• .*porn.*
  • porn.*star

Making the reports easier to read

In the reports, every match is categorized according to the blacklist keyword it matched against. So both porn and pornstar would fall into the category porn(star|ography)?, but to make the reports a little easier to understand, Net Responsibility tries to strip out irrelevant information. Therefore, all question marks are removed along with the preceding character, or characters in parentheses. The example above would simply be displayed as porn. Also, for other parentheses only the first word will be displayed, so you should put the easiest to understand first. For example:

  • boobs? will be displayed as boob
  • porn(star|ography)? will be displayed as porn
  • masturbat(e|ing|ion) will be displayed as masturbate

That's it. Feel free to try out your own keywords in the Regexp Editor.

Using the Regexp editor

When you're editing your personal blacklist or whitelist it's strongly recommended that you use the Regexp Editor. The main reason is because it will validate your regular expressions (regexp), so you can be sure they'll work as expected.

You might want to open the Regexp Editor and try it out while you're reading this guide.

Make sure you've read Suggested Regexp Syntax (above) before you proceed. It's useful to know the guidelines mentioned there.

Matching text

Here you can type any text you'd like to match. It could be a forbidden URL, or it could be some ugly words. Let's say you want to create a regexp that finds the words jenna and jameson, then you simply type these words in this box. Note that you can insert a lot of words here, and later see which ones of these will get matched. Every new line (created by [Enter], not automatic) is independent from the others. That means you can have several groups of words and see which ones are matched. For example, you could insert the following words:

  • jenna jameson
  • jameson jenna
  • jenna
  • jameson
  • jen jameson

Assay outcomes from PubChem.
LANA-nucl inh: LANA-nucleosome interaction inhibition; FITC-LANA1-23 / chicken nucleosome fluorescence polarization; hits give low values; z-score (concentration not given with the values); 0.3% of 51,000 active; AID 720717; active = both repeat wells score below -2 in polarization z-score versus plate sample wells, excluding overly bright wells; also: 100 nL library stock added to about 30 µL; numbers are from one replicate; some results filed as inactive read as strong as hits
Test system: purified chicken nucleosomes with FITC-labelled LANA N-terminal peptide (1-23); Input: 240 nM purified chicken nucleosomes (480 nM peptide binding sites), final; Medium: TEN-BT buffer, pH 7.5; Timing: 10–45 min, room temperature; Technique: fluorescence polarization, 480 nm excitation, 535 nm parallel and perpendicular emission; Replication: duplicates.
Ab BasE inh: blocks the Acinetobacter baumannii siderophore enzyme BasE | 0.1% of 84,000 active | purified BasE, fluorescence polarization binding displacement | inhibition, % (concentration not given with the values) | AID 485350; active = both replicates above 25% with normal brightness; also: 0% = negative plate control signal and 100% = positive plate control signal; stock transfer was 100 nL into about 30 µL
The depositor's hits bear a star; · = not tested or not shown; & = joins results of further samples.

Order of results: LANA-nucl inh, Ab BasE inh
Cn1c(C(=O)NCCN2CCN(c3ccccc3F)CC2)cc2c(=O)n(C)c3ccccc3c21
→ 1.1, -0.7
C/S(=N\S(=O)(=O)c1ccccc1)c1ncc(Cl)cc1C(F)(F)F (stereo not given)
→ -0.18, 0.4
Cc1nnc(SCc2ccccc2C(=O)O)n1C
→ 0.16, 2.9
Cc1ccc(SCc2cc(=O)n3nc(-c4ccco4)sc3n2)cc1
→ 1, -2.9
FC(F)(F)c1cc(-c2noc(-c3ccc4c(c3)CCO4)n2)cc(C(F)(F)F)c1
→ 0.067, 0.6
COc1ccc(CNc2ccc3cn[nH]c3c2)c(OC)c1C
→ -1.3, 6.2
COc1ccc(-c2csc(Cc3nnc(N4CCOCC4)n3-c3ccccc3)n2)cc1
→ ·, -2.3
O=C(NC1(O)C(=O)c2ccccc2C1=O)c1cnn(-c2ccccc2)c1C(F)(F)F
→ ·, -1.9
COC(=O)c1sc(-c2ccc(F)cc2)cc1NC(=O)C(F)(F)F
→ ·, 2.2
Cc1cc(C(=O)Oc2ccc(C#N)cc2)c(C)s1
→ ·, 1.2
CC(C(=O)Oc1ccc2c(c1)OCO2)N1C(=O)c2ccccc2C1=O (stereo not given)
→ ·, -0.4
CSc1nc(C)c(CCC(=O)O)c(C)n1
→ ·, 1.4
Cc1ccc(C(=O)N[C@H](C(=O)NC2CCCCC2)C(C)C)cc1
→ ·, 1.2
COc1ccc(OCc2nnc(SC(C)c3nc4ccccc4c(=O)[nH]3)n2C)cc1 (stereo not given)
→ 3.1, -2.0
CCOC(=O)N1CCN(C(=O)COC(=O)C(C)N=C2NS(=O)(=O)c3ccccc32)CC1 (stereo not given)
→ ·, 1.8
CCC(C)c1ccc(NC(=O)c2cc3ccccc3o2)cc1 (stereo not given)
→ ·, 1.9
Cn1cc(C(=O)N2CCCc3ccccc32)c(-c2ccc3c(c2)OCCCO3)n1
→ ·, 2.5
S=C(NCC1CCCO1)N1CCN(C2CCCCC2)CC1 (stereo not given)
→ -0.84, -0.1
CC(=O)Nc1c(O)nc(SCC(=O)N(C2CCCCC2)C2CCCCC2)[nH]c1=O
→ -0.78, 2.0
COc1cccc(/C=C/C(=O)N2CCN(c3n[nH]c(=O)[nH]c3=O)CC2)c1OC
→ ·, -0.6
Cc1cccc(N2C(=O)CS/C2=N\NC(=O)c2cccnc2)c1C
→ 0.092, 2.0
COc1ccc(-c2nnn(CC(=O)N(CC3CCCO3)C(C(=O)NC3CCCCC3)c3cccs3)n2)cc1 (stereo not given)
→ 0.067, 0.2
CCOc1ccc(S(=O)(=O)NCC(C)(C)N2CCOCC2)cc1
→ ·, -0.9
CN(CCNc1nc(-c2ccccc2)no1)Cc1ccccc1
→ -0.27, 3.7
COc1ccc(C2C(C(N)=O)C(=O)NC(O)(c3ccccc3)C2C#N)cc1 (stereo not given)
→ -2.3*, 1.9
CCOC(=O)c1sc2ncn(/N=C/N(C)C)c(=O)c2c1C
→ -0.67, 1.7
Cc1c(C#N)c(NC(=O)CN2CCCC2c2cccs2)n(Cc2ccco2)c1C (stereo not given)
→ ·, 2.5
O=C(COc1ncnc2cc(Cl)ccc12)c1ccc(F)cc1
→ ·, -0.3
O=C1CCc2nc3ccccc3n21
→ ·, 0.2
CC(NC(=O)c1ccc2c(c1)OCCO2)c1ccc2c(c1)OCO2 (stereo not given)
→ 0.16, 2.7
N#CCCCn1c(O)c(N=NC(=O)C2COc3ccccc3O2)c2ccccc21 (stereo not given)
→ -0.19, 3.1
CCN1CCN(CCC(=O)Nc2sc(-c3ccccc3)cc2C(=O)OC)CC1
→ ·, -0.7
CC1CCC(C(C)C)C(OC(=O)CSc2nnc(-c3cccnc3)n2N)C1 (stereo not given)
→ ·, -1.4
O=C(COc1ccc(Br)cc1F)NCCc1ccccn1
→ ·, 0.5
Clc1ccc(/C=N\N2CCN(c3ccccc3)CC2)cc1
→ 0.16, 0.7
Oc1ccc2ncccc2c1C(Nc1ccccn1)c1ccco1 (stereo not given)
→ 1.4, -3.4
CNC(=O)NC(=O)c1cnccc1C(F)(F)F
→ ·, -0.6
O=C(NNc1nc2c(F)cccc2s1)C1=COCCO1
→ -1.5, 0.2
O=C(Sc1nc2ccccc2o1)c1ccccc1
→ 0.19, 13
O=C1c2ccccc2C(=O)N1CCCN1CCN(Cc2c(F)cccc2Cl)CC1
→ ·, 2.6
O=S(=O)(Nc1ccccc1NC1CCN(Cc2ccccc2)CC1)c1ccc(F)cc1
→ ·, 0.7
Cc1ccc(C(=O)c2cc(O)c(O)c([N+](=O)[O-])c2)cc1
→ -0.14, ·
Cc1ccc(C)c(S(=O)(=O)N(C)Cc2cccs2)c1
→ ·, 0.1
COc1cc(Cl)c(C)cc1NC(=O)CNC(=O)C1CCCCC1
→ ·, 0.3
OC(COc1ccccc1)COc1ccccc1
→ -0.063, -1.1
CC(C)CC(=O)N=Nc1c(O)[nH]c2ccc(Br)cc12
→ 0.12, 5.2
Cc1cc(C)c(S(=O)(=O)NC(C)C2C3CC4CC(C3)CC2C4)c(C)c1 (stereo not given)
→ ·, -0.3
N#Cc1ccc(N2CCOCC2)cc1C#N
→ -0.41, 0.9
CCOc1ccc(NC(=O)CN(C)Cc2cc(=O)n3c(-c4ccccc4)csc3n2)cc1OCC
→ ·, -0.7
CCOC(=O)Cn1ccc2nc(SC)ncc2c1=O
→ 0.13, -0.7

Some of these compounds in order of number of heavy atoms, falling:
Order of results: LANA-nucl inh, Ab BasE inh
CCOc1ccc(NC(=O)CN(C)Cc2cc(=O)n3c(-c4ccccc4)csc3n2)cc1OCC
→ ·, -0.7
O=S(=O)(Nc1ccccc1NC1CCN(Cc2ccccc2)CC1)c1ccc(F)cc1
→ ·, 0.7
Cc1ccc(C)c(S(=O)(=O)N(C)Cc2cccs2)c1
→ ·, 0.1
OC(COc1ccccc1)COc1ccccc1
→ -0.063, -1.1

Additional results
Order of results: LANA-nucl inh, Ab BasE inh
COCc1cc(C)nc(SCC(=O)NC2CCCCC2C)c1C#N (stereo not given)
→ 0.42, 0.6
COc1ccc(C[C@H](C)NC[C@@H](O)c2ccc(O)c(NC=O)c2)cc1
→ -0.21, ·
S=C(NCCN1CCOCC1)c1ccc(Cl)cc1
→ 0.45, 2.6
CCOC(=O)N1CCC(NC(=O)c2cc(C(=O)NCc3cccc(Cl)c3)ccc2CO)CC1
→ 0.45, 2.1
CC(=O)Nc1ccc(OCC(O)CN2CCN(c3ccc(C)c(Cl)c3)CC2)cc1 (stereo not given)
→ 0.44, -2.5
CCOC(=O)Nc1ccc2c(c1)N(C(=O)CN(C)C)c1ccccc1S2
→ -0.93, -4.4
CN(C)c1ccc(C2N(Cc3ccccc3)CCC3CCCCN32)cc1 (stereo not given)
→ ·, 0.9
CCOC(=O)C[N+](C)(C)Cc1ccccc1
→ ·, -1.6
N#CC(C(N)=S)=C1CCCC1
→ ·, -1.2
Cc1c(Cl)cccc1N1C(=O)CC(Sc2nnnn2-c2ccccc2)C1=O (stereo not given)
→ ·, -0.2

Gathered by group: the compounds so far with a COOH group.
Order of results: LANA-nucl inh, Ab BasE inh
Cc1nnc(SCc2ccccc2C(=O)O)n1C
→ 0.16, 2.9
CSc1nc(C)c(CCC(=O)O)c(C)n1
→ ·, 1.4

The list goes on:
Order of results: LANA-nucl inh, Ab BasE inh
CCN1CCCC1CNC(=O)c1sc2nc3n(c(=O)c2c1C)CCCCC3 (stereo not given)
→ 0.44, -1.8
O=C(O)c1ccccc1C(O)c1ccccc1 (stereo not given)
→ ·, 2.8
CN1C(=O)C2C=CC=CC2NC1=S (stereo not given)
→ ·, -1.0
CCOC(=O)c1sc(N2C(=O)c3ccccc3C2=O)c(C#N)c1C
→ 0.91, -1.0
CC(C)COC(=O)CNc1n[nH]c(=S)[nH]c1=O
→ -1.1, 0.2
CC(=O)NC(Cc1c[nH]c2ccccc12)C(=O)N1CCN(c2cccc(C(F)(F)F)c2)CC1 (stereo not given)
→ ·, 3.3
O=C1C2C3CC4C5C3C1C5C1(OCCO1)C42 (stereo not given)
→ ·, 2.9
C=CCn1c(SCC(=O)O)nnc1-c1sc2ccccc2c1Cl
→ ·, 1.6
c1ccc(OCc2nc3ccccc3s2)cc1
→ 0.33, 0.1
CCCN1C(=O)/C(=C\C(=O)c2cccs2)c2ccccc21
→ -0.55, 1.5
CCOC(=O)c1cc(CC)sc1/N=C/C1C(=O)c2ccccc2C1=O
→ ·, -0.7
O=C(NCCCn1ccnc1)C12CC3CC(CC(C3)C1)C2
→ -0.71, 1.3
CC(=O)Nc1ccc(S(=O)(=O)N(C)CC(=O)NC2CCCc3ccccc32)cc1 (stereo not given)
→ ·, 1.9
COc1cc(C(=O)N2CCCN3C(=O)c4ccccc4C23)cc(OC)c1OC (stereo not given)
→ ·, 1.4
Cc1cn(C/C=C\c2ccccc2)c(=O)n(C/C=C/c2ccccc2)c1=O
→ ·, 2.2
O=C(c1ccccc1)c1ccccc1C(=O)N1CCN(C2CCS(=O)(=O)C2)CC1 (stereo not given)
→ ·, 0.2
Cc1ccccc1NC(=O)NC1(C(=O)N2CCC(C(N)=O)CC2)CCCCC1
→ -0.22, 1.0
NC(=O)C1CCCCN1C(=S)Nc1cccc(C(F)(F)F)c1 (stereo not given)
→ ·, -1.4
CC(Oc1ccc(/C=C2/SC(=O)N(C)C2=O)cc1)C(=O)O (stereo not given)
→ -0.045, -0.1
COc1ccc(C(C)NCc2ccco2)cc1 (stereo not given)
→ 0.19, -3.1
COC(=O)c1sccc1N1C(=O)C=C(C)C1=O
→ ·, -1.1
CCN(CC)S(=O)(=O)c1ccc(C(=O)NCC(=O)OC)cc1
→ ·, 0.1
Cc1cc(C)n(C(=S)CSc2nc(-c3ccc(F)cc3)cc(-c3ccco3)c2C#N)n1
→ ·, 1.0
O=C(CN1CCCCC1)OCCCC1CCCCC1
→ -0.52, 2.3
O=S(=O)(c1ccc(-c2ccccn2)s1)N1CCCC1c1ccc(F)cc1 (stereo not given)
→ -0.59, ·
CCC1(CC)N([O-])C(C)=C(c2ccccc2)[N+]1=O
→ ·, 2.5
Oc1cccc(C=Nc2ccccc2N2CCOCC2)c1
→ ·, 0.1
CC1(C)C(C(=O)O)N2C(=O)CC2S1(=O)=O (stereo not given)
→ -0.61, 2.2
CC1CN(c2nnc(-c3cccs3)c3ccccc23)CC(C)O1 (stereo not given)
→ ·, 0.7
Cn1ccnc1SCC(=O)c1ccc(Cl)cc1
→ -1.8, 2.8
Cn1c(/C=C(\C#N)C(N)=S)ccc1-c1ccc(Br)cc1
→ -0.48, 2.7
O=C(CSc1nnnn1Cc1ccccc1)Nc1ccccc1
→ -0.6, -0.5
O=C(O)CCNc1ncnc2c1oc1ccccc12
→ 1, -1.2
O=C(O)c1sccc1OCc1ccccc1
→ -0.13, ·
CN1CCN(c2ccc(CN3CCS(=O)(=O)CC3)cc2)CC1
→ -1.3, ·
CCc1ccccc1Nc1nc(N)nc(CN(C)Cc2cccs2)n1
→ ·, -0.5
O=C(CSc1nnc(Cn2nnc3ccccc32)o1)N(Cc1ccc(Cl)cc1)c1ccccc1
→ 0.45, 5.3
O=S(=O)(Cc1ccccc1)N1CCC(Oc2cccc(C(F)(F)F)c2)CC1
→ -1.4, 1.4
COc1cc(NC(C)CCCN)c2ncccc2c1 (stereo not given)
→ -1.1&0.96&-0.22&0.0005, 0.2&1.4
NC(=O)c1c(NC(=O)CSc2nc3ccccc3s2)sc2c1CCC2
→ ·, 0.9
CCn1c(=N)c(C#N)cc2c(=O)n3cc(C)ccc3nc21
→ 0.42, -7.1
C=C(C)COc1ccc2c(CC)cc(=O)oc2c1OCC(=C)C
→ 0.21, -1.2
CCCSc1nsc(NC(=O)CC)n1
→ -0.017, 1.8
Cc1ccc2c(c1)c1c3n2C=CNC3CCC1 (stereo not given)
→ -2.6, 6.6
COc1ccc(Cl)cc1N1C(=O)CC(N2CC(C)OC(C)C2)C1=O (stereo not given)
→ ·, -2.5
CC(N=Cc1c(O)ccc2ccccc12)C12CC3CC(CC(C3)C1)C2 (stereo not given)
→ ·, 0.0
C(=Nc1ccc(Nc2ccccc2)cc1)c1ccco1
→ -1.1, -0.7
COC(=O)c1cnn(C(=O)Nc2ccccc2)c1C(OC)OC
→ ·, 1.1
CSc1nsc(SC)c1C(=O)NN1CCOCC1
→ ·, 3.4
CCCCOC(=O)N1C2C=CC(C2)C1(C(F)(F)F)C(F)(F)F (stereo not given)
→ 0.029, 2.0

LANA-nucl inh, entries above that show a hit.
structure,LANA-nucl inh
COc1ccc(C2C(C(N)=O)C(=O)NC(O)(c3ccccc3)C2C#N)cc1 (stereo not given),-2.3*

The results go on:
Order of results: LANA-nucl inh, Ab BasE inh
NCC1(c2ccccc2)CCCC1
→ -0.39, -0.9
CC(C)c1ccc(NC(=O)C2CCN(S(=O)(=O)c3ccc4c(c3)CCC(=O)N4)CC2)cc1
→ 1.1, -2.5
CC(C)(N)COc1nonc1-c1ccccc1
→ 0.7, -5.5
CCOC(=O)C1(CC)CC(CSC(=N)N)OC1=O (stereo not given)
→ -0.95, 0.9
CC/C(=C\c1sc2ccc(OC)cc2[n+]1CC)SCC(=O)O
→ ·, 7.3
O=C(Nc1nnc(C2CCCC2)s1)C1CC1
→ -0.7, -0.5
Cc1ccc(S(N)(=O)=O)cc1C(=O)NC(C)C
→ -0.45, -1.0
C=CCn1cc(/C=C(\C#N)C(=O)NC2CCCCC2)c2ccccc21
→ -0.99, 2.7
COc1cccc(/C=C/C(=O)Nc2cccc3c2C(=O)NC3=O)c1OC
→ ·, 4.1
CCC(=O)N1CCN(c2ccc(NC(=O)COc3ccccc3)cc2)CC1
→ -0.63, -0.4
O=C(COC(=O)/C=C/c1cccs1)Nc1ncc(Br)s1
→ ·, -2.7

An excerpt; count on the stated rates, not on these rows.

• jennas jameson
  • jenna jamesson


Here you type the regular expression (regexp) made using the syntax mentioned here.


This shows the result of the text you entered in the 'Matching text' section, filtered with the regexp you typed in the 'Regexp' section. If there's a match, it'll be in bold. It's updated instantly when you edit the matching text or the regexp. With the matching text we suggested before, the regexp jenna jameson would match lines 1, 2, 6 and 7. If you only have jenna as a regexp, the third line will be a match as well. To also match the last line you can change the regexp to the following: jenna jamess?on.

You can experiment like this until you're happy with the output.

Displayed as

This shows how the regexp will be shown in the report. We try to make it more readable. You can look here to see more details on how it works.


Here you choose which method to use in the filtering. If you're using the Tokenmatch (Advanced) method, you want to choose this. Actually, the difference is only shown if you've inserted an URL (or several divided by [Enter]) in the 'Matching' textbox.

Add to

When you're done and happy with your brand new regexp, simply hit 'Blacklist' or 'Whitelist' to add it. Note that you'll have to save and logout in order to really save the new entries.


That's it! Feel free to play around with it, and try to develop the best regexp ever seen. ;-) If you want to share your regexps, please do. Just send us an email at